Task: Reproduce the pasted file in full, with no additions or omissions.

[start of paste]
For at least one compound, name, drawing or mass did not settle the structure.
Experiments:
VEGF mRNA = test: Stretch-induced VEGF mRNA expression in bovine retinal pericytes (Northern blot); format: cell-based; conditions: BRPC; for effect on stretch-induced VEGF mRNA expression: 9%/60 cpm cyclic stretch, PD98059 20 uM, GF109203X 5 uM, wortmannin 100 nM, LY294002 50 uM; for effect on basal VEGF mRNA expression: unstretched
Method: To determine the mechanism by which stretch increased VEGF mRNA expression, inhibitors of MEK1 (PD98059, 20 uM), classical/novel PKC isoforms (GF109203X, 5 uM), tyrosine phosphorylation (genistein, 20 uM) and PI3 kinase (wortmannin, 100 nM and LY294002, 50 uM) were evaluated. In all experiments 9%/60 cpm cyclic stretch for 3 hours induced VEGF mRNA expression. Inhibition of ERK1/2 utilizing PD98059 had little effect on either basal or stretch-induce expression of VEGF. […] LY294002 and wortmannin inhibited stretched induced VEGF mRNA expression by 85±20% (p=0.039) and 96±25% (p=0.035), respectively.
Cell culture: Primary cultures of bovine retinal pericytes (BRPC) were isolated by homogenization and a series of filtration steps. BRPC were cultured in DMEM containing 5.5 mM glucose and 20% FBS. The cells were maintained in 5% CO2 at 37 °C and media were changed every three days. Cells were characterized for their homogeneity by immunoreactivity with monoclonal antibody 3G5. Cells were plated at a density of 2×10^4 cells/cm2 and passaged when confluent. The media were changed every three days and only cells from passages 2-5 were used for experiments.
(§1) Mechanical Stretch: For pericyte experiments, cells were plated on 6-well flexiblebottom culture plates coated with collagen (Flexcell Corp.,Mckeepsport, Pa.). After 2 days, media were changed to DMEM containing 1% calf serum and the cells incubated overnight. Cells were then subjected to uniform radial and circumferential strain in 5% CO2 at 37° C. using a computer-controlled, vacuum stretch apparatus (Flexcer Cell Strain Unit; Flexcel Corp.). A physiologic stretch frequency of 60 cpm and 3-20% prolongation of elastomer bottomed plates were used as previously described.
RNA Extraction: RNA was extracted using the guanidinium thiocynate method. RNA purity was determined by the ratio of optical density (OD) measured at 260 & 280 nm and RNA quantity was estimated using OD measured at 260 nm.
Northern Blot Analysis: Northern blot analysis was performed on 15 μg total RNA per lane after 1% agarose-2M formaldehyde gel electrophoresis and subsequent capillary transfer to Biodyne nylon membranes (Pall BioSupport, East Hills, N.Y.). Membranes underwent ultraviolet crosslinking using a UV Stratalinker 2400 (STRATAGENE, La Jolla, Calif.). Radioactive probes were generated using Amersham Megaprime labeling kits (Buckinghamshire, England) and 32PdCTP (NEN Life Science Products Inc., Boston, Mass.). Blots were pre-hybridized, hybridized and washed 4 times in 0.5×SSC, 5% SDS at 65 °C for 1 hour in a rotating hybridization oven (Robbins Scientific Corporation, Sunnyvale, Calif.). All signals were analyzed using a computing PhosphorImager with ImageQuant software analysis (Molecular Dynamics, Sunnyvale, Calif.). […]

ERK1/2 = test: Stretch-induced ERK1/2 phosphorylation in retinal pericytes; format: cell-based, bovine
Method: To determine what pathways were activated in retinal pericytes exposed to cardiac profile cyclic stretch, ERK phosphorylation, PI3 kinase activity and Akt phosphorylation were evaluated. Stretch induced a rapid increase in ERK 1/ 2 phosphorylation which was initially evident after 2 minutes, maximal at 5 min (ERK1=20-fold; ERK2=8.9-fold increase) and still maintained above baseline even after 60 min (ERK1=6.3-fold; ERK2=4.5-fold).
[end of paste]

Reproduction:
For at least one compound, name, drawing or mass did not settle the structure.
Experiments:
VEGF mRNA = test: Stretch-induced VEGF mRNA expression in bovine retinal pericytes (Northern blot); format: cell-based; conditions: BRPC; for effect on stretch-induced VEGF mRNA expression: 9%/60 cpm cyclic stretch, PD98059 20 uM, GF109203X 5 uM, wortmannin 100 nM, LY294002 50 uM; for effect on basal VEGF mRNA expression: unstretched
Method: To determine the mechanism by which stretch increased VEGF mRNA expression, inhibitors of MEK1 (PD98059, 20 uM), classical/novel PKC isoforms (GF109203X, 5 uM), tyrosine phosphorylation (genistein, 20 uM) and PI3 kinase (wortmannin, 100 nM and LY294002, 50 uM) were evaluated. In all experiments 9%/60 cpm cyclic stretch for 3 hours induced VEGF mRNA expression. Inhibition of ERK1/2 utilizing PD98059 had little effect on either basal or stretch-induce expression of VEGF. […] LY294002 and wortmannin inhibited stretched induced VEGF mRNA expression by 85±20% (p=0.039) and 96±25% (p=0.035), respectively.
Cell culture: Primary cultures of bovine retinal pericytes (BRPC) were isolated by homogenization and a series of filtration steps. BRPC were cultured in DMEM containing 5.5 mM glucose and 20% FBS. The cells were maintained in 5% CO2 at 37 °C and media were changed every three days. Cells were characterized for their homogeneity by immunoreactivity with monoclonal antibody 3G5. Cells were plated at a density of 2×10^4 cells/cm2 and passaged when confluent. The media were changed every three days and only cells from passages 2-5 were used for experiments.
(§1) Mechanical Stretch: For pericyte experiments, cells were plated on 6-well flexiblebottom culture plates coated with collagen (Flexcell Corp.,Mckeepsport, Pa.). After 2 days, media were changed to DMEM containing 1% calf serum and the cells incubated overnight. Cells were then subjected to uniform radial and circumferential strain in 5% CO2 at 37° C. using a computer-controlled, vacuum stretch apparatus (Flexcer Cell Strain Unit; Flexcel Corp.). A physiologic stretch frequency of 60 cpm and 3-20% prolongation of elastomer bottomed plates were used as previously described.
RNA Extraction: RNA was extracted using the guanidinium thiocynate method. RNA purity was determined by the ratio of optical density (OD) measured at 260 & 280 nm and RNA quantity was estimated using OD measured at 260 nm.
Northern Blot Analysis: Northern blot analysis was performed on 15 μg total RNA per lane after 1% agarose-2M formaldehyde gel electrophoresis and subsequent capillary transfer to Biodyne nylon membranes (Pall BioSupport, East Hills, N.Y.). Membranes underwent ultraviolet crosslinking using a UV Stratalinker 2400 (STRATAGENE, La Jolla, Calif.). Radioactive probes were generated using Amersham Megaprime labeling kits (Buckinghamshire, England) and 32PdCTP (NEN Life Science Products Inc., Boston, Mass.). Blots were pre-hybridized, hybridized and washed 4 times in 0.5×SSC, 5% SDS at 65 °C for 1 hour in a rotating hybridization oven (Robbins Scientific Corporation, Sunnyvale, Calif.). All signals were analyzed using a computing PhosphorImager with ImageQuant software analysis (Molecular Dynamics, Sunnyvale, Calif.). […]

ERK1/2 = test: Stretch-induced ERK1/2 phosphorylation in retinal pericytes; format: cell-based, bovine
Method: To determine what pathways were activated in retinal pericytes exposed to cardiac profile cyclic stretch, ERK phosphorylation, PI3 kinase activity and Akt phosphorylation were evaluated. Stretch induced a rapid increase in ERK 1/ 2 phosphorylation which was initially evident after 2 minutes, maximal at 5 min (ERK1=20-fold; ERK2=8.9-fold increase) and still maintained above baseline even after 60 min (ERK1=6.3-fold; ERK2=4.5-fold).